As the head of AcuraStem’s Research Team, Wen-Hsuan Chang has worked with its founders to build the company from the ground up. Chang helped establish the core technology platform at AcuraStem, and now leads internal research projects and collaborations with external partners. Chang is responsible for therapeutic target identification, assay development for drug discovery, and platform expansion. She received a B.S. in Chemical Engineering from National Tsing Hua University in Taiwan. Following one year of investigation into neurotransmitter release biology at Fu-Jen Catholic University, she entered graduate school and received her Ph.D. in Chemical Engineering from the University of Southern California. During her graduate work at USC, Chang identified a novel mechanism through which Wnt signaling controls the development of the mammalian cortex. After her Ph.D., Chang performed postdoctoral work in Dr. Justin Ichida’s laboratory at USC where she identified key mechanisms by which the C9orf72 repeat expansion causes neurodegeneration in ALS and frontotemporal dementia. Chang also serves on the board of the Southern California Taiwanese Biotechnology Association and has published multiple peer-reviewed scientific research papers in journals for the fields of neuroscience, stem cell biology, and molecular biology.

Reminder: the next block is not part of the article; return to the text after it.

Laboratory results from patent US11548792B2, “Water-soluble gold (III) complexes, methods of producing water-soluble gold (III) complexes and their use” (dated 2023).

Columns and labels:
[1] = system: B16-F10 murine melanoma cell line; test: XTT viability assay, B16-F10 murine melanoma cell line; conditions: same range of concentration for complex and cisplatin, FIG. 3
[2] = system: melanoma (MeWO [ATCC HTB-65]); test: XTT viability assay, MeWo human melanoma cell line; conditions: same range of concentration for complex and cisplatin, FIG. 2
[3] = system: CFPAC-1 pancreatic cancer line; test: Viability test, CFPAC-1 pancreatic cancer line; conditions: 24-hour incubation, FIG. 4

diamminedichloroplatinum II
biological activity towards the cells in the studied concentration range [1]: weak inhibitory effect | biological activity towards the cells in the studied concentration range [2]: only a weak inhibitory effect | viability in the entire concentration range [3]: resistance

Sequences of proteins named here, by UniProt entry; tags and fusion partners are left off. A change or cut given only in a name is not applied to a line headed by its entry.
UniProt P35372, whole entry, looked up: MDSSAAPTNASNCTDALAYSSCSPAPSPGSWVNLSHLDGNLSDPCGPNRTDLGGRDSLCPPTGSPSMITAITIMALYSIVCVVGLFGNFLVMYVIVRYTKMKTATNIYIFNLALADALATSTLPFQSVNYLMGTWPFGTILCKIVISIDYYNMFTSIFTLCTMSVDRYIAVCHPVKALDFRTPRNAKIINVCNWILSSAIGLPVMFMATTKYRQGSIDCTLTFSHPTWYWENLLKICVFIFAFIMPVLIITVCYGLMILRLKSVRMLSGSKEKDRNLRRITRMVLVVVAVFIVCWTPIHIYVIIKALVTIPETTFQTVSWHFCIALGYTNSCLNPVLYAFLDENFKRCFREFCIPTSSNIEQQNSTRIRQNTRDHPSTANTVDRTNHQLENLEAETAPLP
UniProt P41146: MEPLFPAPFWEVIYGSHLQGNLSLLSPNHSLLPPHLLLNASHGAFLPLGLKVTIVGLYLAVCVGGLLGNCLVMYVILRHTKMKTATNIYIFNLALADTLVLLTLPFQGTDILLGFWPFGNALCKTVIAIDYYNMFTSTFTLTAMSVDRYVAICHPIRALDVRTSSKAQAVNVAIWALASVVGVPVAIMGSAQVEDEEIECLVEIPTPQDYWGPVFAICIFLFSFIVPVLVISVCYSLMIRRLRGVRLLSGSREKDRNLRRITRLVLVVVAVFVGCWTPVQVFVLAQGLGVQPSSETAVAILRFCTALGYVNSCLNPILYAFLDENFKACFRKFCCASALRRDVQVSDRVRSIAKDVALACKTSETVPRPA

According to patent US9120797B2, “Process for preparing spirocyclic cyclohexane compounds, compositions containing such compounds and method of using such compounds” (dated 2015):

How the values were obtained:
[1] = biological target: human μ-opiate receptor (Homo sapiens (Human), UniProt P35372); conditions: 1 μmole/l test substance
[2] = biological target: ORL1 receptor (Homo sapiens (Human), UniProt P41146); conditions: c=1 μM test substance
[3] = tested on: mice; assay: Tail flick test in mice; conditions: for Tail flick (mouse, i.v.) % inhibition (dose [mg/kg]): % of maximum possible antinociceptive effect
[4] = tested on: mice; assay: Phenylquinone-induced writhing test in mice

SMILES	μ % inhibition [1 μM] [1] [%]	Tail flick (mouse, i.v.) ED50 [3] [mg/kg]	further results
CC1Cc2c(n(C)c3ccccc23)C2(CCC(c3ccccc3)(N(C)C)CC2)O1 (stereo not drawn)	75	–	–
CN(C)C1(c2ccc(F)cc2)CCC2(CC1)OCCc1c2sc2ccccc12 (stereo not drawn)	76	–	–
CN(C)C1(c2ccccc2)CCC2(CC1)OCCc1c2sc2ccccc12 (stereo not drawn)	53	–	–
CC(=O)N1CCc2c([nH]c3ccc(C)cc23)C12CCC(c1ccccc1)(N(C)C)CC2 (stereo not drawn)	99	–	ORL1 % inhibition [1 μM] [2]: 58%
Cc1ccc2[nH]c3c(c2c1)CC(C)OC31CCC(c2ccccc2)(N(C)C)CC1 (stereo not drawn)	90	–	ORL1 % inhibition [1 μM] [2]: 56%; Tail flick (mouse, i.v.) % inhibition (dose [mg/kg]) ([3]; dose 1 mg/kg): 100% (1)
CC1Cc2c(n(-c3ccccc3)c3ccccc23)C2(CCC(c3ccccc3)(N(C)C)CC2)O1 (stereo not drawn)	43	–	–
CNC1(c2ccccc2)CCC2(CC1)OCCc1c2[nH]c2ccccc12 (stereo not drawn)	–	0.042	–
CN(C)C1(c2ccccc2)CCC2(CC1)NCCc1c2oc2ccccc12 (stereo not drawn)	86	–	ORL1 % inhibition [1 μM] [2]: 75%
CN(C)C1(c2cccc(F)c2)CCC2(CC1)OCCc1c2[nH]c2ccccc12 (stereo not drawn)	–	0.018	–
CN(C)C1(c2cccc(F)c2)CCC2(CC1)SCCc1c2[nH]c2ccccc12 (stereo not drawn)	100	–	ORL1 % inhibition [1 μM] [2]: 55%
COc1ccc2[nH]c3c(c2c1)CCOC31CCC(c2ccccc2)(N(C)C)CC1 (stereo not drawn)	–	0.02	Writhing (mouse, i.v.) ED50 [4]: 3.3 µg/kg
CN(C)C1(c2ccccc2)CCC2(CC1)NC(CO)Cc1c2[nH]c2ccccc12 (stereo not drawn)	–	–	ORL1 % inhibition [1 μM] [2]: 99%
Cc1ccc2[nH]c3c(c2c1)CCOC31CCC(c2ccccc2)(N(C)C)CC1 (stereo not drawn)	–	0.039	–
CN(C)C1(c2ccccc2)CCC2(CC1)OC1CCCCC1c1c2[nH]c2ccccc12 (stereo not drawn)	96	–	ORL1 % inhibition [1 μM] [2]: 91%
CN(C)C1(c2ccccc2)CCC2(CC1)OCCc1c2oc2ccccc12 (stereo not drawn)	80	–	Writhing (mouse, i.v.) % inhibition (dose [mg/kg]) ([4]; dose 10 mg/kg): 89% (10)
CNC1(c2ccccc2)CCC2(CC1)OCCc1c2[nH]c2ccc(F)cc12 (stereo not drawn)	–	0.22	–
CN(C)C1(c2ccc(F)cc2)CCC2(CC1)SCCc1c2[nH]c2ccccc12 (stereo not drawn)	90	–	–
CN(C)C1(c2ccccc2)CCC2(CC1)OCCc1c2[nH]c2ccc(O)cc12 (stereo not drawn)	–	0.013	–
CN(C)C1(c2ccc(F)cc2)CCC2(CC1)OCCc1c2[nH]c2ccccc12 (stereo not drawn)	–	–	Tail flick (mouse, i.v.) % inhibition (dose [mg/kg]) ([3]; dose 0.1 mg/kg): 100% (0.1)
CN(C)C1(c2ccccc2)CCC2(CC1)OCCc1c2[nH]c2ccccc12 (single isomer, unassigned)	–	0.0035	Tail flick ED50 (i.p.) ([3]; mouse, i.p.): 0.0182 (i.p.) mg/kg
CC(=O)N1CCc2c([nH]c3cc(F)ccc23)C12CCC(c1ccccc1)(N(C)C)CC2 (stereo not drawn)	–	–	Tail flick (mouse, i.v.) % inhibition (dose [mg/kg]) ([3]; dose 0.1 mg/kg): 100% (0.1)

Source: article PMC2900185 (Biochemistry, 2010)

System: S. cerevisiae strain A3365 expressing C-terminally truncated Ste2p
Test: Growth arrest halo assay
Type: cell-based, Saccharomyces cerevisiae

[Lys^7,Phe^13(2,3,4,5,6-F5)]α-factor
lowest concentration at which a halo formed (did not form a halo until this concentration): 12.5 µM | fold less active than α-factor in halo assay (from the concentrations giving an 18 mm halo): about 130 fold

Sarah graduated from the University of California, Los Angeles with a BS in Molecular, Cell, and Developmental Biology and a minor in biomedical research. At UCLA, she focused on characterizing a novel gene called Diet1 in the kidney proximal tubule epithelium. Sarah’s research interests in neuroscience were sparked when she participated in a summer research program in Peking University, China where she worked to inhibit pain engram cells in the anterior cingulate cortex via optogenetic stimulation.